Open and Closed (Minded, That Is)

“You’re so open-minded”

“You sure are closed-minded”

“Don’t be so open-minded that your brain falls out”

Open- and closed-minded have very simple definitions in common usage. Open-minded means “you agree with me,” while closed-minded means “you disagree with me.”

However, some people use these terms with a little more thought behind them. I’m doing a lot of research on the topic of the integration (or lack thereof) of faith and learning, and this notion of being open- or closed-minded keeps coming up. This is especially the case in the slow process that led North American universities away from their explicitly Protestant roots and towards secular pluralism. The liberal Protestants who controlled the universities were victims of their own teaching: equality and open-mindedness. The universities took this seriously and saw that Christianity was far too privileged a view for there to actually be open-mindedness and equality on campus. So, in the name of “open-mindedness,” the universities closed their mind to explicitly Christian perspectives.

Now, I see the pragmatic reasons for this: we live in a pluralist society where the privileging of one view over all others simply does not work. Not only this, but Christianity has a pretty poor record when it has any kind of cultural hegemony, so I consider this a mostly helpful development.

What I do not consider helpful, however, is that although Christianity has been sufficiently de-priviliged in order to allow for pluralism, there is still a predominant bias against explicitly religious approaches in academics. The received wisdom is that we must “check our faith at the door” in order to do serious scholarship, but the historical reason why this was believed is now irrelevant.

Also, the promised pluralism never happened. One privileged viewpoint was simply replaced with another: scientific naturalism. Although some of the postmodern critique is making a dent in this hegemony, science is surely what predominantly drives and thrives in universities. Scientific naturalism is the new orthodoxy, as is easy to discover when Christians attempt to be explicitly Christian in their academic work.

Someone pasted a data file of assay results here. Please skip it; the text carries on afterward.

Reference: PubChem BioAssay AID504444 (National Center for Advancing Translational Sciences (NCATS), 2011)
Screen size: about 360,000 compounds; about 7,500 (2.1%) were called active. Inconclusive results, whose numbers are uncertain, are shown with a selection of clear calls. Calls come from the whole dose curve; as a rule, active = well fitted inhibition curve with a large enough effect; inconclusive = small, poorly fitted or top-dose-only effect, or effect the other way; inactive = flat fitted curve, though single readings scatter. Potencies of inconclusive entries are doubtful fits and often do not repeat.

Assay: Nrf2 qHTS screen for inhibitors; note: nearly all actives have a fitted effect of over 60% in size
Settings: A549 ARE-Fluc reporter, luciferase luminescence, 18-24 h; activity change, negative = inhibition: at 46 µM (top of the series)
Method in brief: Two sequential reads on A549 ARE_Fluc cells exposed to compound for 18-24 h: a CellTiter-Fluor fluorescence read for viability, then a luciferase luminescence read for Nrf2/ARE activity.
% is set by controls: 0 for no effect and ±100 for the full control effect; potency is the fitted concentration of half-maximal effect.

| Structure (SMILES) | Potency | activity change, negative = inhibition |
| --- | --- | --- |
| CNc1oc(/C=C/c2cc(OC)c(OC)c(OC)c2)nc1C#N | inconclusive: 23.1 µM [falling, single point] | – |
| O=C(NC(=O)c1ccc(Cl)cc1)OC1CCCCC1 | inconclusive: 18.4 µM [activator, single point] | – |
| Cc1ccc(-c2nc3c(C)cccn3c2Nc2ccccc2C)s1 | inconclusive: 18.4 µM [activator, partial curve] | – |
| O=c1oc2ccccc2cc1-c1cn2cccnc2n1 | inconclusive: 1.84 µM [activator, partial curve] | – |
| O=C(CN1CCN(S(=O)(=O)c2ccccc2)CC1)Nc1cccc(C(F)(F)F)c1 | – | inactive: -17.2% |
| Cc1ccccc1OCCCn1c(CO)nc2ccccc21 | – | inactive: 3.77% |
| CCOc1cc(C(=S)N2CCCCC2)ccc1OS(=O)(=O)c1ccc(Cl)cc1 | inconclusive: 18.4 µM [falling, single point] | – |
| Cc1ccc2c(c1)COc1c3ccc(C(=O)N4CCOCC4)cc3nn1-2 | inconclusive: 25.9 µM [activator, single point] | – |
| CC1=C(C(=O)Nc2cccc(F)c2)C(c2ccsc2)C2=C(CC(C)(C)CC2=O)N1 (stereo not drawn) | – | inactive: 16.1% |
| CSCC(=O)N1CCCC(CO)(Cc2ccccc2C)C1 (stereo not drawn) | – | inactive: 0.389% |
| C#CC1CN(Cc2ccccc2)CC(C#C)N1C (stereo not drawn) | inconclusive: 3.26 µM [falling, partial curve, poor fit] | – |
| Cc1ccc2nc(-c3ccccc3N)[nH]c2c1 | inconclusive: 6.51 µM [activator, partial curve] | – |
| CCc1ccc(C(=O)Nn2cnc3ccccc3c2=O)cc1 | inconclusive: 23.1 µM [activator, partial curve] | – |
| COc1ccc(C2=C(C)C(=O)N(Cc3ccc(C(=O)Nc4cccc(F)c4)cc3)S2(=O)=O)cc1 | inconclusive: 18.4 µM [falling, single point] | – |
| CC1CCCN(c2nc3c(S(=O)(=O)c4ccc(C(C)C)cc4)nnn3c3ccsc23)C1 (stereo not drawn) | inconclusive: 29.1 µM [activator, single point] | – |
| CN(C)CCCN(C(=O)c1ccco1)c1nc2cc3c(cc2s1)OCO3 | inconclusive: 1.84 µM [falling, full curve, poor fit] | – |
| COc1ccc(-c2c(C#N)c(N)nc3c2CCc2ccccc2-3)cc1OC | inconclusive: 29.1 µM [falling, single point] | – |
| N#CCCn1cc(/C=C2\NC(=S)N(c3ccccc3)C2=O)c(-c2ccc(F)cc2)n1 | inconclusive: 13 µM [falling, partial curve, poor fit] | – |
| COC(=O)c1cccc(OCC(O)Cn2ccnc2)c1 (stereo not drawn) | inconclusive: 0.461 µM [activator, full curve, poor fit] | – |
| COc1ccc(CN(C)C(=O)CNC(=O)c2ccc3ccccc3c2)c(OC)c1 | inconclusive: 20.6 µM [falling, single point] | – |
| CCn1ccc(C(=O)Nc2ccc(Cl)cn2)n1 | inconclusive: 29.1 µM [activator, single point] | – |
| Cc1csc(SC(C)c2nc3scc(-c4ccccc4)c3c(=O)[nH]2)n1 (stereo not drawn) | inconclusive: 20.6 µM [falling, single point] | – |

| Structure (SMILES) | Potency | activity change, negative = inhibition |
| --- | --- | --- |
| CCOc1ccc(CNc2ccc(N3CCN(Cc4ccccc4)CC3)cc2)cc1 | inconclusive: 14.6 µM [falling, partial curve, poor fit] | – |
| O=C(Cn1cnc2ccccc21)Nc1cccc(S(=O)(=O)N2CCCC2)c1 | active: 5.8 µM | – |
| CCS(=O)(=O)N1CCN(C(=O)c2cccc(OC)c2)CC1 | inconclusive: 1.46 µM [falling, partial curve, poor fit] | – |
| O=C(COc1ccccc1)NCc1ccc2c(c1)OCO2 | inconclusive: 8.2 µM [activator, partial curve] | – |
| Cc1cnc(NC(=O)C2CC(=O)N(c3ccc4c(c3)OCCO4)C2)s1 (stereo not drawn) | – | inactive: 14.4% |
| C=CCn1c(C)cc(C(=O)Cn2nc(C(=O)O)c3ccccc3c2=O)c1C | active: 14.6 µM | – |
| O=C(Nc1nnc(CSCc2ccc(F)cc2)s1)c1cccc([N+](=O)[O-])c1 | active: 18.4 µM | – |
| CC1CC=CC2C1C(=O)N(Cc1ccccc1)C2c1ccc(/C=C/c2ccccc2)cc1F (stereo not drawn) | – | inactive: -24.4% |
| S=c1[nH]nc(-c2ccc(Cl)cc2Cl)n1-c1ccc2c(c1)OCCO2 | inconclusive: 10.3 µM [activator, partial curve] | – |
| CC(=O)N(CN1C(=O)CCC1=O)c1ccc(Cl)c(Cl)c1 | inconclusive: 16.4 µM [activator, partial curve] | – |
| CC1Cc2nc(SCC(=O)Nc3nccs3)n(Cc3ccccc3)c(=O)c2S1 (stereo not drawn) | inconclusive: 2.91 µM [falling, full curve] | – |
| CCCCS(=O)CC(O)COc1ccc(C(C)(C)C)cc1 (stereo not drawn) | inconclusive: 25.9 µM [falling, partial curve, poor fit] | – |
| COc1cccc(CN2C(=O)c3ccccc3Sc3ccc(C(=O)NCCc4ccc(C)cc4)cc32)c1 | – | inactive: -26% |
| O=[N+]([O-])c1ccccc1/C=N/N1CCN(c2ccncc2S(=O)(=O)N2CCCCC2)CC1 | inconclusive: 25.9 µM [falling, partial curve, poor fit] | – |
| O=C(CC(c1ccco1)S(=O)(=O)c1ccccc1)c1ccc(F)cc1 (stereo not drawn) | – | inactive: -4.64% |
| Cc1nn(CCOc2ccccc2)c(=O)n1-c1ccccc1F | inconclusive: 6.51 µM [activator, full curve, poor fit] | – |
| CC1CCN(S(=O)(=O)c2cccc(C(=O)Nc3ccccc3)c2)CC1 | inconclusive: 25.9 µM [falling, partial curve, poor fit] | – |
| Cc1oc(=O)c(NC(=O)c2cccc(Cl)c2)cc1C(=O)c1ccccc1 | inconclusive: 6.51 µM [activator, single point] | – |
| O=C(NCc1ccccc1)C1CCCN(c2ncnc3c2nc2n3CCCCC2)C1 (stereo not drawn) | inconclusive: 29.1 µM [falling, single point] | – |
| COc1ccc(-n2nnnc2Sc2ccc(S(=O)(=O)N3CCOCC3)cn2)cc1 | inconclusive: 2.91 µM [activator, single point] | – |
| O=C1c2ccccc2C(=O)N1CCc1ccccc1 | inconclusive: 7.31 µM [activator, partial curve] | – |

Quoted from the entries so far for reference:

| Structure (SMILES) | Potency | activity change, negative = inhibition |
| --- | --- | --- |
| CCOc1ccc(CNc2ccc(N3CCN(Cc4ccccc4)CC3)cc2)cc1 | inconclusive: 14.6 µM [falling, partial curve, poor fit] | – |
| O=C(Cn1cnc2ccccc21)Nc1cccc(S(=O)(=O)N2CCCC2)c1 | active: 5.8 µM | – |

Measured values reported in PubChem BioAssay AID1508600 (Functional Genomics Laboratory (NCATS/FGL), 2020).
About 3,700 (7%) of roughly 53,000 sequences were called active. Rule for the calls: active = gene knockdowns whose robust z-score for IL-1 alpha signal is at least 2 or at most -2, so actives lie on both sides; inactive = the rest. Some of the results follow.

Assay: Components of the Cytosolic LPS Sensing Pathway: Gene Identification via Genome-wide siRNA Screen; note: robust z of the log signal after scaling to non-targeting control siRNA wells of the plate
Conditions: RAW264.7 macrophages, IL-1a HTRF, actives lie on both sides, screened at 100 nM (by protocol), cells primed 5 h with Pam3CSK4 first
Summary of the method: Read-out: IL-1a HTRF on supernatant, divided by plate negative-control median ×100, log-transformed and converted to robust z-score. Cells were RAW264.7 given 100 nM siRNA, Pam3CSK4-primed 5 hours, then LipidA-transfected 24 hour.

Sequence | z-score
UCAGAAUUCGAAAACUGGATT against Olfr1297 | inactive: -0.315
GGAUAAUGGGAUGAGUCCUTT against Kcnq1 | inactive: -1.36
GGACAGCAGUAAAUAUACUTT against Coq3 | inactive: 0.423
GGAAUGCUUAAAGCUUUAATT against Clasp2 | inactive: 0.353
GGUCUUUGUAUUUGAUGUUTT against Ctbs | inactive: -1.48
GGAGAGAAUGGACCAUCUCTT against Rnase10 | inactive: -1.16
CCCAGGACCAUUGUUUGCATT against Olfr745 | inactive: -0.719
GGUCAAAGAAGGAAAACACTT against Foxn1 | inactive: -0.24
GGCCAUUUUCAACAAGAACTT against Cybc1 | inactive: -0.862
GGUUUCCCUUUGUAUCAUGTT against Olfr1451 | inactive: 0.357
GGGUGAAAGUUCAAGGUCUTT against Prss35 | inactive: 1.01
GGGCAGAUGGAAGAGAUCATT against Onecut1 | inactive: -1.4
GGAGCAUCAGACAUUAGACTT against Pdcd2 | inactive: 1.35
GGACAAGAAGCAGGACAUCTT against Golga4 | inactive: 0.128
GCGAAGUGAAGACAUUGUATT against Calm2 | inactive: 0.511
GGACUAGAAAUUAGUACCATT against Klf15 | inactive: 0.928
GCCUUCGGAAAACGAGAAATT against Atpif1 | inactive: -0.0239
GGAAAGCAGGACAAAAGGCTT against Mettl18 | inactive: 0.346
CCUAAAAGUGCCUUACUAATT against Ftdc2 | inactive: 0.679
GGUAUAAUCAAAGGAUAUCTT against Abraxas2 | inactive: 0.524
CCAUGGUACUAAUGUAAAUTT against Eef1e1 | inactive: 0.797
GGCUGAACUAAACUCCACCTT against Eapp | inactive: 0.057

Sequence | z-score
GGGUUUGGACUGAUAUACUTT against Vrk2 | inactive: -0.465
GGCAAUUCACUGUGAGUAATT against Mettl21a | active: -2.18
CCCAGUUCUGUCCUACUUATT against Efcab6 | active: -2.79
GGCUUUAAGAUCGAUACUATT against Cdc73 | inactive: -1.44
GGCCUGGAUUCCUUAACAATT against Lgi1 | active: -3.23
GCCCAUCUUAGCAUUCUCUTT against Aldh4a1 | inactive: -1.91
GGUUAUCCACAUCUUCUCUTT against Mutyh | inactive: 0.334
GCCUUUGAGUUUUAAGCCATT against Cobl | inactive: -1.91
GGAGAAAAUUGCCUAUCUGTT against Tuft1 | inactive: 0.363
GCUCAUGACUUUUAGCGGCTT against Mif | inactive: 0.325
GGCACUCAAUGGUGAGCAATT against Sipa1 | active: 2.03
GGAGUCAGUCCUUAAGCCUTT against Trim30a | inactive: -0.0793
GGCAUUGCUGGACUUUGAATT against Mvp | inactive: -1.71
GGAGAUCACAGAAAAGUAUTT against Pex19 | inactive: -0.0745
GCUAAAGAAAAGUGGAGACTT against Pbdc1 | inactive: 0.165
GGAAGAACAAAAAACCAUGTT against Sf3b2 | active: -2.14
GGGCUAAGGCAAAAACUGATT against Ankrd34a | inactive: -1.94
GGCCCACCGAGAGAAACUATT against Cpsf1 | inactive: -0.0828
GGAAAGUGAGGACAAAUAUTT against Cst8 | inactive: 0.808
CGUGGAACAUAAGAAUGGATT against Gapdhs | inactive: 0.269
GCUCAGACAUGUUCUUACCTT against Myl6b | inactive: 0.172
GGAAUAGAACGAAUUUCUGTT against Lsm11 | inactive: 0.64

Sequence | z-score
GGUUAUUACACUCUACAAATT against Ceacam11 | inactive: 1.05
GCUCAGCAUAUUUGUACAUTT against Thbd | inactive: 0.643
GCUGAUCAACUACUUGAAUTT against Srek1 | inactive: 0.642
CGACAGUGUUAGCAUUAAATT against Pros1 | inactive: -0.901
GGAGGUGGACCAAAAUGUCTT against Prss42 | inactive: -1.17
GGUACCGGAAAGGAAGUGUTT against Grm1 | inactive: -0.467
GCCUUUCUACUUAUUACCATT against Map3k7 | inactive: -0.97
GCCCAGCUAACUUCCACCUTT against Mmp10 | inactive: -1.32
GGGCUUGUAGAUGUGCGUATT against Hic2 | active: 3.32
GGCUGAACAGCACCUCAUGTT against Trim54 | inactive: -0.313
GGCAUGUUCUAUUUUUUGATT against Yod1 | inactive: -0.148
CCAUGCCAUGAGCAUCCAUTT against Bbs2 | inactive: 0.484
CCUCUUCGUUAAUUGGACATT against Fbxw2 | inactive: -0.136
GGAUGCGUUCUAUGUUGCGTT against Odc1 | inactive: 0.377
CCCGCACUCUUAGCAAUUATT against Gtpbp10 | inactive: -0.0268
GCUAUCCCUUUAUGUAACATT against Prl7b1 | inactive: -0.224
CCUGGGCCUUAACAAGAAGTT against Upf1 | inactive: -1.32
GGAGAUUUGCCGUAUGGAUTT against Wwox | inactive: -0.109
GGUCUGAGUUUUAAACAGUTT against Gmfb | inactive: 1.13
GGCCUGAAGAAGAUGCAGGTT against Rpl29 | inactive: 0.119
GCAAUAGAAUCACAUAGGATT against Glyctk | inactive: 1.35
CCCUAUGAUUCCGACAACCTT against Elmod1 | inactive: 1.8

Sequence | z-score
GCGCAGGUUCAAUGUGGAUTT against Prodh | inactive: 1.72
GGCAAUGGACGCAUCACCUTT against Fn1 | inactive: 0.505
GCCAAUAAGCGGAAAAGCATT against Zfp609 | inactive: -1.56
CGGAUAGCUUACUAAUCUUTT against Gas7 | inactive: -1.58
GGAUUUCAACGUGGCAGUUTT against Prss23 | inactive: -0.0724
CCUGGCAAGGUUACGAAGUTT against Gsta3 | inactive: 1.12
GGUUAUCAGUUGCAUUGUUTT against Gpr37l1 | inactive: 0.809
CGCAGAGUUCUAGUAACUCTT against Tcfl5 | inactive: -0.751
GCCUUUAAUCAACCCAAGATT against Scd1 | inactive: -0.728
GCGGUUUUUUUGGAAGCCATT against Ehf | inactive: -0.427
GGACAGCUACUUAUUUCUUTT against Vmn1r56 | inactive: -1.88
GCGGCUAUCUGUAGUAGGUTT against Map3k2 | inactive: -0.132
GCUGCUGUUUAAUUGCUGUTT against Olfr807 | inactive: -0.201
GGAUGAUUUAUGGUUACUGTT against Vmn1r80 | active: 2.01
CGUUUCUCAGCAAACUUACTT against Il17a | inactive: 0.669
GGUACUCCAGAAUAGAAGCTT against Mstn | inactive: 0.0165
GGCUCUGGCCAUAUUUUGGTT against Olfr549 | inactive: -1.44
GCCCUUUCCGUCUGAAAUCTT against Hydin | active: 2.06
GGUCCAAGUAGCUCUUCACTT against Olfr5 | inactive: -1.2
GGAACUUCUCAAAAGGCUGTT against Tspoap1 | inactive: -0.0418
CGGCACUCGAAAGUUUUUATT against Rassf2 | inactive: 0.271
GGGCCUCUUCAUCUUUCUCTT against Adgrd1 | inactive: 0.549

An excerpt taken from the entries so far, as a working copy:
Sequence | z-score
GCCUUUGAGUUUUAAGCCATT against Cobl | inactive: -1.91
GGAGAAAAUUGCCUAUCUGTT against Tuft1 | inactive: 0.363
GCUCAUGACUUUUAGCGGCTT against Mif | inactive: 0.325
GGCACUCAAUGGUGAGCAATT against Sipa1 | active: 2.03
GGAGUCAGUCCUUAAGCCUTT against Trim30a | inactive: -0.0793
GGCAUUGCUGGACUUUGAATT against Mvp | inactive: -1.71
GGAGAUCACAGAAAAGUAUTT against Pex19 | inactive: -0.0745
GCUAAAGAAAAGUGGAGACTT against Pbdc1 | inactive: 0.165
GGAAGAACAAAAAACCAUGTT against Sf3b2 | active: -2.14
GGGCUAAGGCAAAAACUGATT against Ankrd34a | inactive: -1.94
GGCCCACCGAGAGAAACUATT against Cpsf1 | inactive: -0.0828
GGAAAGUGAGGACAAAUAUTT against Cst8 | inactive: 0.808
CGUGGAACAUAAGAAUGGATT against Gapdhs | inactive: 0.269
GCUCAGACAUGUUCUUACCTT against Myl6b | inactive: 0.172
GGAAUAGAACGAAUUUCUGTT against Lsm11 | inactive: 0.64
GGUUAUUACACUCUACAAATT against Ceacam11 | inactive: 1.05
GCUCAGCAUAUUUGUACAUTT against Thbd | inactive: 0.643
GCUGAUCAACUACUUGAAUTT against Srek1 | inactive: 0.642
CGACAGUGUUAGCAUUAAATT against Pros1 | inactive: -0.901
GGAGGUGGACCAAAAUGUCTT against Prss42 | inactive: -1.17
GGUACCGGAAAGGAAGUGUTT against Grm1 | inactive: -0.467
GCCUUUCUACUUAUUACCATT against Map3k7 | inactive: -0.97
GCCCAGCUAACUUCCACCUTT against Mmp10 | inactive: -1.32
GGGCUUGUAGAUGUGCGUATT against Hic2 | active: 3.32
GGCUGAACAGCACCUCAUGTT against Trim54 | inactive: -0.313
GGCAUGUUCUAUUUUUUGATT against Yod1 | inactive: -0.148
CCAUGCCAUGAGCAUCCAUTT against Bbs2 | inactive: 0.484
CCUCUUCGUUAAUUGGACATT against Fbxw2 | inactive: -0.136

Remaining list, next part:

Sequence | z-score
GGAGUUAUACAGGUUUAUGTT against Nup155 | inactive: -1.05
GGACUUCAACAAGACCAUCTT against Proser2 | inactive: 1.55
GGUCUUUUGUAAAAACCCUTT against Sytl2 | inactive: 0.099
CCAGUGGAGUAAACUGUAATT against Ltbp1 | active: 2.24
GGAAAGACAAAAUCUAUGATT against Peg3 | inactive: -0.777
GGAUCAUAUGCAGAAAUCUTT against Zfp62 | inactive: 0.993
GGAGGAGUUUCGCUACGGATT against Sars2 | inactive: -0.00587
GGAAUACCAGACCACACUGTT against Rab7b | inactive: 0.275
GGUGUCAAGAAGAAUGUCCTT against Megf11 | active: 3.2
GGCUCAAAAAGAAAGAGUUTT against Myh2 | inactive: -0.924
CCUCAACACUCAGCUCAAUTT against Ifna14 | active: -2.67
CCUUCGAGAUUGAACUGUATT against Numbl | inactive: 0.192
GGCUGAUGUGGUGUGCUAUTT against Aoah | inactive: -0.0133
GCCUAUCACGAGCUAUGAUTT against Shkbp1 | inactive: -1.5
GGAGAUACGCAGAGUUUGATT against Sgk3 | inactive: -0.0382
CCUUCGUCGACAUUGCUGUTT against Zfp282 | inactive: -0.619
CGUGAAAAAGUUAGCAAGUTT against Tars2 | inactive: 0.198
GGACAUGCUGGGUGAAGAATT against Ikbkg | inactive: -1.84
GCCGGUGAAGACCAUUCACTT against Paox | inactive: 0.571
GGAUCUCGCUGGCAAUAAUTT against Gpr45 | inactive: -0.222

For me, loving God includes loving him with my mind. I say that it is time for Christian intellectuals to throw down the false boundary between their faith and their scholarship. Many are doing so already, but many more are still buying the lie that faith must be put aside to do scholarship. All that is is exchanging your true faith in Jesus for faith in scientific naturalism. And that’s a bad trade.

4 responses to “Open and Closed (Minded, That Is)”

  1. Excellent post.

    What a tense issue hey?

    You said it, scientific naturalism has replaced Christianity as the dogma of our day. And that is precisely what I find so funny about our education system: allowing a dogma to govern your life is considered uber taboo, yet we all have a dogma that governs us. It’s really not profound. What’s profound is that religious people are the only ones considered dogmatic.

    I think the strength of the present-day universities is the fact that religious people face an onslaught on their beliefs and assumptions about the world. Let’s face it, most religious folk, at least ones who take their respective faith seriously, tend to be insular people, sticking to their own kind. Having your faith tested is a good thing.

    In theory I agree that we should not temporarily throw down our faith in scholarly endeavors. Kreeft and Willard do it so well. I guess I don’t need to worry about it since I’m not a scholar :)

  2. Tense indeed. There’s so much vested interest in remaining the status quo at the universities.

    I agree that secular universities can actually be a great source of faith-building, provided that the student going into the university actually has the ability to think to begin with. Sadly, most conservative Christianity produces parrots, not thinkers, and they are overwhelmed with arguments against faith.

    I submit that the problem of people “losing their faith” at universities is mostly our own damn fault.

  3. Matt
    Dropping in from Scot’s. Thanks for your insights. I agree and would just mention that people like Plantinga, Wolterstorff, Marsden and Noll have been helpful in the regard. Excellent point. We need more thinkers and alot less parrots.

  4. Hi Greg, thanks for dropping in and commenting.

    Those are precisely the kinds of scholars I have in mind. Unapologetic about their faith informing their scholarship, yet still producing quality scholarship that only the most bigoted atheistic fundamentalist could dismiss.

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